St. Petersburg, Russia

Yesterday and today, we were docked in St. Petersburg, Russia. I booked the two-day tour that covered all of the highlights of the Russian metropolis and the surrounding areas. There is nothing in the modern world that even remotely approaches today the craftsmanship, design and sheer display of of wealth, opulence and extravagance as the heritage left by Russia’s tzars. St. Petersburg has come full circle. It started as St. Petersburg, then Petrograd from 1914-1924, next Leningrad during Communism’s reign and in 1991, when the Soviet Union collapsed, it again blossomed as St. Petersburg, a thriving city growing more affluent by the day. The extreme excess on display in the former palaces and museums is strikingly juxtaposed with Soviet era concrete architecture, along with bee-hive-like apartment buildings that are massive in size.

First on our tour was a cruise on the canals and the River Neva, which Peter the Great conceived as the main thoroughfare of the city, so that it could transport people and merchandise alike. St. Peter, with its many canals snaking through the city, is referred to as the Venice of the north.

Next, we walked through Palace Square and visited the Hermitage Museum, which is the tzar’s former Winter Palace. I was absolutely blown away by the magnitude of the Hermitage, which consists of four additional buildings. The Hermitage collection rivals the Louvre, including over three million artworks, including examples from the masters, Da Vinci, Moet, Rembrandt and Renoir. It is perhaps the building itself, that actually takes away from the artwork, even in the “Gold Room,” which features such extravagant items as a horse blanket decorated with 16,000 diamonds. The marble, intricate wood floors, crystal chandeliers and thrones on display are quite literally breathtaking. One could spend a lifetime and never take it all in.

The Church of the Savior on the Spilled Blood is restored and boasts a dramatic “Russian-style” exterior of onion domes that is often associated with St. Petersburg, through photos on travel sites, enticing visitors from around the world. The church is built upon the site of the March 1, 1881 assassination of Tzar Alexander II and is decorated with countless, tiny ceramic tiles arranged in mosaics depicting saints and religious icons and Biblical stories.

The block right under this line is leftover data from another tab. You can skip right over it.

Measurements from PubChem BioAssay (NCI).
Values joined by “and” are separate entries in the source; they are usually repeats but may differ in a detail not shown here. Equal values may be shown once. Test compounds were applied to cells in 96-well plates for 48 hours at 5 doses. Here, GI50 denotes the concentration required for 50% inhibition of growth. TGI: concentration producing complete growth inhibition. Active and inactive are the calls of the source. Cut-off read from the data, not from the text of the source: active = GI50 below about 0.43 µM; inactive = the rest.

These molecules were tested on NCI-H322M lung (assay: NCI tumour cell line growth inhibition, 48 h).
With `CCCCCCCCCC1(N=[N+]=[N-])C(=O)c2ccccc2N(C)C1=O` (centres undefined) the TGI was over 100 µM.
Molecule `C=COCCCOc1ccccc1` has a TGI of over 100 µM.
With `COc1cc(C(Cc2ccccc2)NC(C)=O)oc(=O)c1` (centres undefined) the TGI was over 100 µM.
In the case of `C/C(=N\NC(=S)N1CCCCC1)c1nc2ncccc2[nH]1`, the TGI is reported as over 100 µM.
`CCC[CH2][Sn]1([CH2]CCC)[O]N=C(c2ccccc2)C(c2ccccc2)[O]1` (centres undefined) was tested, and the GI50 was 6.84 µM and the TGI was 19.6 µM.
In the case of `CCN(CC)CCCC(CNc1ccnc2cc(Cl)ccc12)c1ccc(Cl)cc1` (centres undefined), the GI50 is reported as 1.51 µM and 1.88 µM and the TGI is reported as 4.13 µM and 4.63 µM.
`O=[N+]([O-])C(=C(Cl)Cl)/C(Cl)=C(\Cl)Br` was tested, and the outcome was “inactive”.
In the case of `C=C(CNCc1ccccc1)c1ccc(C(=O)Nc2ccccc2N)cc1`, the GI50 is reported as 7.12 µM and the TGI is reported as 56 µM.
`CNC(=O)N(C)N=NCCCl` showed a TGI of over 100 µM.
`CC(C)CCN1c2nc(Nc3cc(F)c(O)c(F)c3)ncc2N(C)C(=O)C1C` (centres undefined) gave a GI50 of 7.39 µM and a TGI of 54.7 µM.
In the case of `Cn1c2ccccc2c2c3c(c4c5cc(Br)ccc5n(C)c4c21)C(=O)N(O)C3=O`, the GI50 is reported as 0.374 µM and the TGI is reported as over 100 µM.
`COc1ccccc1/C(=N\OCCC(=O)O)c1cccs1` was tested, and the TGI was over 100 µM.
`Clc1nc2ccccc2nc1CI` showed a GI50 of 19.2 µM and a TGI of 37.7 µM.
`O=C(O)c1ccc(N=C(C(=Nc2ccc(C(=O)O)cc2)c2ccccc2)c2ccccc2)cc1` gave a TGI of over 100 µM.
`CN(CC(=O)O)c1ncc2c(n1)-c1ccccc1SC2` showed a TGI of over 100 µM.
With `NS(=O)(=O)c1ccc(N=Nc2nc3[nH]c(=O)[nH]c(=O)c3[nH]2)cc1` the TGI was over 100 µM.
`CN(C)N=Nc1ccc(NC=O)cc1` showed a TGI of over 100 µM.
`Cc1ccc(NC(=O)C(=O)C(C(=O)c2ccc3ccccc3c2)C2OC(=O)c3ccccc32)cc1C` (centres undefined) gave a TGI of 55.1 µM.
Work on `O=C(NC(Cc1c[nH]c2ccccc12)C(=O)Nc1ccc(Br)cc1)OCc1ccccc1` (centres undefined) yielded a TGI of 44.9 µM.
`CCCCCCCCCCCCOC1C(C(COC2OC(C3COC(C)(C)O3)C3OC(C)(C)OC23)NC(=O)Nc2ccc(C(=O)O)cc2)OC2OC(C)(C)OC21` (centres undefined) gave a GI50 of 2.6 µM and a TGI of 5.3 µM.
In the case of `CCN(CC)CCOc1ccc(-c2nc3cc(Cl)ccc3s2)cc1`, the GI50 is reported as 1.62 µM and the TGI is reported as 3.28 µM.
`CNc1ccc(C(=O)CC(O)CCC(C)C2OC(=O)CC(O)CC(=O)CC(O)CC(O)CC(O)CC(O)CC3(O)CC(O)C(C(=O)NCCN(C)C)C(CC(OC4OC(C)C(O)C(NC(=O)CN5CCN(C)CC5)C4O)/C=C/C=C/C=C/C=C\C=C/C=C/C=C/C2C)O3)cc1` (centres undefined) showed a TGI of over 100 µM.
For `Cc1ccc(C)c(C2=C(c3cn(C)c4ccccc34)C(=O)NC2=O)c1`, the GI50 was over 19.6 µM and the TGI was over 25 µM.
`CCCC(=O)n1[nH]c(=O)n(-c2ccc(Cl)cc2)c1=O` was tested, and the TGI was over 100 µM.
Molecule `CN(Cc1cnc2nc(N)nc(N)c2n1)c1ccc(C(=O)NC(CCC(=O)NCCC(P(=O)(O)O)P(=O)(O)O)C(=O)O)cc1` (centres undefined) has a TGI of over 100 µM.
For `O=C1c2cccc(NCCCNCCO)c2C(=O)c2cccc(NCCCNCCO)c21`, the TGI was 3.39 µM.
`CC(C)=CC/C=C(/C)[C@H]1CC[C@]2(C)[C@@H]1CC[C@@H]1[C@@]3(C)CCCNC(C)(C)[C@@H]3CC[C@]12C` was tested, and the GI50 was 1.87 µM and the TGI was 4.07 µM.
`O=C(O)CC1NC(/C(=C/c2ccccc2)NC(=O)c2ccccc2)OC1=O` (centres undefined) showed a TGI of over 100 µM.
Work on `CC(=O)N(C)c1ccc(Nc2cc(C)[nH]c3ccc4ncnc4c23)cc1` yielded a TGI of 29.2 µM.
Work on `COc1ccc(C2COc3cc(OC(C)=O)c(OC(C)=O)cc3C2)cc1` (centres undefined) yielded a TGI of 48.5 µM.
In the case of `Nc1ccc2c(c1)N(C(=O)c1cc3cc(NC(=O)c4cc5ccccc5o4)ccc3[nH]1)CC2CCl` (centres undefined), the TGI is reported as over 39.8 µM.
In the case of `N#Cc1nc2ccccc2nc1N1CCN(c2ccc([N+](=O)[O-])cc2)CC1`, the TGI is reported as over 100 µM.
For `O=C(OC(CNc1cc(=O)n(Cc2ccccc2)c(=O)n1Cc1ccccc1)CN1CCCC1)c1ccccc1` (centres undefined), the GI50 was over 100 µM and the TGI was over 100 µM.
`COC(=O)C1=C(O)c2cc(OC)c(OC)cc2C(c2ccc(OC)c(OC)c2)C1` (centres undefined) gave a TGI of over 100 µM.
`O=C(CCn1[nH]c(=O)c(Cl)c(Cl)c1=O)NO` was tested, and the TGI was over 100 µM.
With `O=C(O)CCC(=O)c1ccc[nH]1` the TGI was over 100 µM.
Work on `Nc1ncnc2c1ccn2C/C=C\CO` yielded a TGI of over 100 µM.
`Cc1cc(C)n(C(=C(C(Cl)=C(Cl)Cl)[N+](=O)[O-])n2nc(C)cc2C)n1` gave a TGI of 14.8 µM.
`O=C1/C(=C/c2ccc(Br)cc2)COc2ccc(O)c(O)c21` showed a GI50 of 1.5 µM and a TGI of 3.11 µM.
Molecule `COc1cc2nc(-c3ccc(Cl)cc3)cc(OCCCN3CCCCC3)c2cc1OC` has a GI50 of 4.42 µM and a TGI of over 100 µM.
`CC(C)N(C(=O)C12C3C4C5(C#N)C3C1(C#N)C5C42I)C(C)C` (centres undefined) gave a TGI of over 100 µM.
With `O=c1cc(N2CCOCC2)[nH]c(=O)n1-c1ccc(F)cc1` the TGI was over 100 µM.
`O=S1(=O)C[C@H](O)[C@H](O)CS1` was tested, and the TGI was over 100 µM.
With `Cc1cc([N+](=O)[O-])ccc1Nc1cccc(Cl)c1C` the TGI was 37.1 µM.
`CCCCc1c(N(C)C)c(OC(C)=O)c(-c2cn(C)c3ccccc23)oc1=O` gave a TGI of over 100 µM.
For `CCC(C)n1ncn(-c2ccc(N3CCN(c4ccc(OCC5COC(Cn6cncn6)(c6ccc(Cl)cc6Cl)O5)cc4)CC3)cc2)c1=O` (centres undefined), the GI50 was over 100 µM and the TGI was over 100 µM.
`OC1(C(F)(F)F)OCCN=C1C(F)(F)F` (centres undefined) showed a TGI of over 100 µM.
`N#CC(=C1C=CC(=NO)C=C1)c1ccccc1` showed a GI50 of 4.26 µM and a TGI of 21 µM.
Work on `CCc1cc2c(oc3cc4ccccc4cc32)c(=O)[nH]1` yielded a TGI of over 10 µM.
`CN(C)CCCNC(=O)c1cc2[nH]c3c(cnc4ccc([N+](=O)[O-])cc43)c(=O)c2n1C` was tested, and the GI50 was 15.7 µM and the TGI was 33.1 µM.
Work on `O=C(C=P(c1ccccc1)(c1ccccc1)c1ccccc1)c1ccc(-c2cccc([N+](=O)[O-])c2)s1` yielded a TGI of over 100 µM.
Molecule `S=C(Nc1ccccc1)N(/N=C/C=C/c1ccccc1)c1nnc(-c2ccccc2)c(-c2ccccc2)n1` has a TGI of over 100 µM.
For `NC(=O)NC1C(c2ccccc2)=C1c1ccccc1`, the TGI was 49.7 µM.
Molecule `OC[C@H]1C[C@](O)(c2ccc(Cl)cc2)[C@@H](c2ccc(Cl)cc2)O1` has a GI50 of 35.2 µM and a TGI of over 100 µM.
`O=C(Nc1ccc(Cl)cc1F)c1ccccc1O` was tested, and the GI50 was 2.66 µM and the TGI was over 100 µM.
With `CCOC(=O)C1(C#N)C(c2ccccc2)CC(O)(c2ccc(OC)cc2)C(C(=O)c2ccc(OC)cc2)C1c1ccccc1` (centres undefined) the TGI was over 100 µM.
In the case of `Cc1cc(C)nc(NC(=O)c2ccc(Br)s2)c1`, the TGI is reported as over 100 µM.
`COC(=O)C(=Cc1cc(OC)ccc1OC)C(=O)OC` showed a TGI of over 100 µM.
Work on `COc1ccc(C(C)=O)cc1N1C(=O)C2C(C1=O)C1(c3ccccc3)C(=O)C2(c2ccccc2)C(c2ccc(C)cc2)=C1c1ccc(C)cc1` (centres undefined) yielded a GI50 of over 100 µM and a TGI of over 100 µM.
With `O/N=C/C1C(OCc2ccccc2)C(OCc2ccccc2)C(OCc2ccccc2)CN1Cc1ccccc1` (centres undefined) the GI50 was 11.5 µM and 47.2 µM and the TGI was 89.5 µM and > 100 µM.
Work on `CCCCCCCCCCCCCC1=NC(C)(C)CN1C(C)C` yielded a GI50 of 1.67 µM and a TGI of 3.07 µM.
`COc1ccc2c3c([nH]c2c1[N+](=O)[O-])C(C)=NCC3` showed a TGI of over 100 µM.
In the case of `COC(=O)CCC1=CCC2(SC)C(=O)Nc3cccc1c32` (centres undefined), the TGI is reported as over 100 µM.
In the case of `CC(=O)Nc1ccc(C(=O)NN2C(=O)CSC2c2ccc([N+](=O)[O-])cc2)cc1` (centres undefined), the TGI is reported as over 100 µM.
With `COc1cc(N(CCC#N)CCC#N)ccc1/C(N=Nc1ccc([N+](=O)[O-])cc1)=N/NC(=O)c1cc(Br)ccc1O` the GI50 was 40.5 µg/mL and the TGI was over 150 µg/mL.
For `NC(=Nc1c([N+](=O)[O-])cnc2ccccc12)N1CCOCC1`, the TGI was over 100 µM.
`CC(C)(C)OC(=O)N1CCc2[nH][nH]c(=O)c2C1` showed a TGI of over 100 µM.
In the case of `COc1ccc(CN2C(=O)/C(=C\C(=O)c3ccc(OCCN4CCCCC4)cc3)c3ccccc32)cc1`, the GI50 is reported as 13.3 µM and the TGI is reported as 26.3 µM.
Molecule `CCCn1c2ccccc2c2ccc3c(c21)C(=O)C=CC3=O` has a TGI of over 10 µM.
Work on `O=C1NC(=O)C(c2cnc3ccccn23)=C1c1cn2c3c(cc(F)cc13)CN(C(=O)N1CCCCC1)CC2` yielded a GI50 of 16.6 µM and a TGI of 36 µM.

The afternoon was spend at Yussupov Palace, the site of Rasputin’s murder. The former private residence boasts an intimate theatre and, like all of the other places we visited, is simply astounding in its extravagance.

After a brief, one-hour respite aboard our ship, we headed off for the one hour drive to Pushkin, home of the Catherine Palace. Not to be outdone by her predecessors,, Catherine the Great had her own palace built in 1717. It originally was covered in solid gold until 1773, when another empress, Catherine I, had it removed in favor of olive paint. It has been torn down and rebuilt six times; growing to its current immense grandeur. Like many of the majestic sties of St. Petersburg, some of the original opulence of Catherine Palace was destroyed by the Nazis during World War II. It has been undergoing reconstruction since 2003. We were treated to a private tour with classical music and dancing. Then we attended a private dinner with a Russian Folkloric show.

Day two of our St. Petersburg extravaganza began with a drive to the Peterhof Palace, know n as the “Russian Versailles.” This ornate palace overlooks the Gulf of Finland. The Grand Cascade fountain features Samson prying open a lion’s jaws as water cascades down terraced steps.

St. Isaac’s Cathedral enchanted us before lunch. The cathedral’s central gold dome is one of the largest in the world, and is covered with 220 pounds of gold. It was commissioned by Alexander I in 1818 and took more than three decades to complete. The interior featured cement columns that were covered in malachite and lapis lazuli, with a German stained glass centerpiece featuring Jesus Christ.

In the afternoon, we visited Peter and Paul Fortress, which was built to protect the city from Swedish attack. The fortress was a place for for containing political prisoners. The ornate interior now boasts the tombs of many Tzars, including Peter the Great, the giant tzar, who stood nearly seven feet tall.

Peter was a complicated figure who modernized Russia. Serfs by the tens of thousands built his city, which started with the laying of the first stone of the Peter and Paul Fortress on May 27, 1703. St. Petersburg is a complicated, melancholy, beautiful and joyous city. It is a giant portal, melting time, blending east and west. It’s a gateway into the mysteries, secrets and fabric of Russian culture. For a world traveler, St. Petersburg is simply one of the must-see experiences of a lifetime.

   
                         

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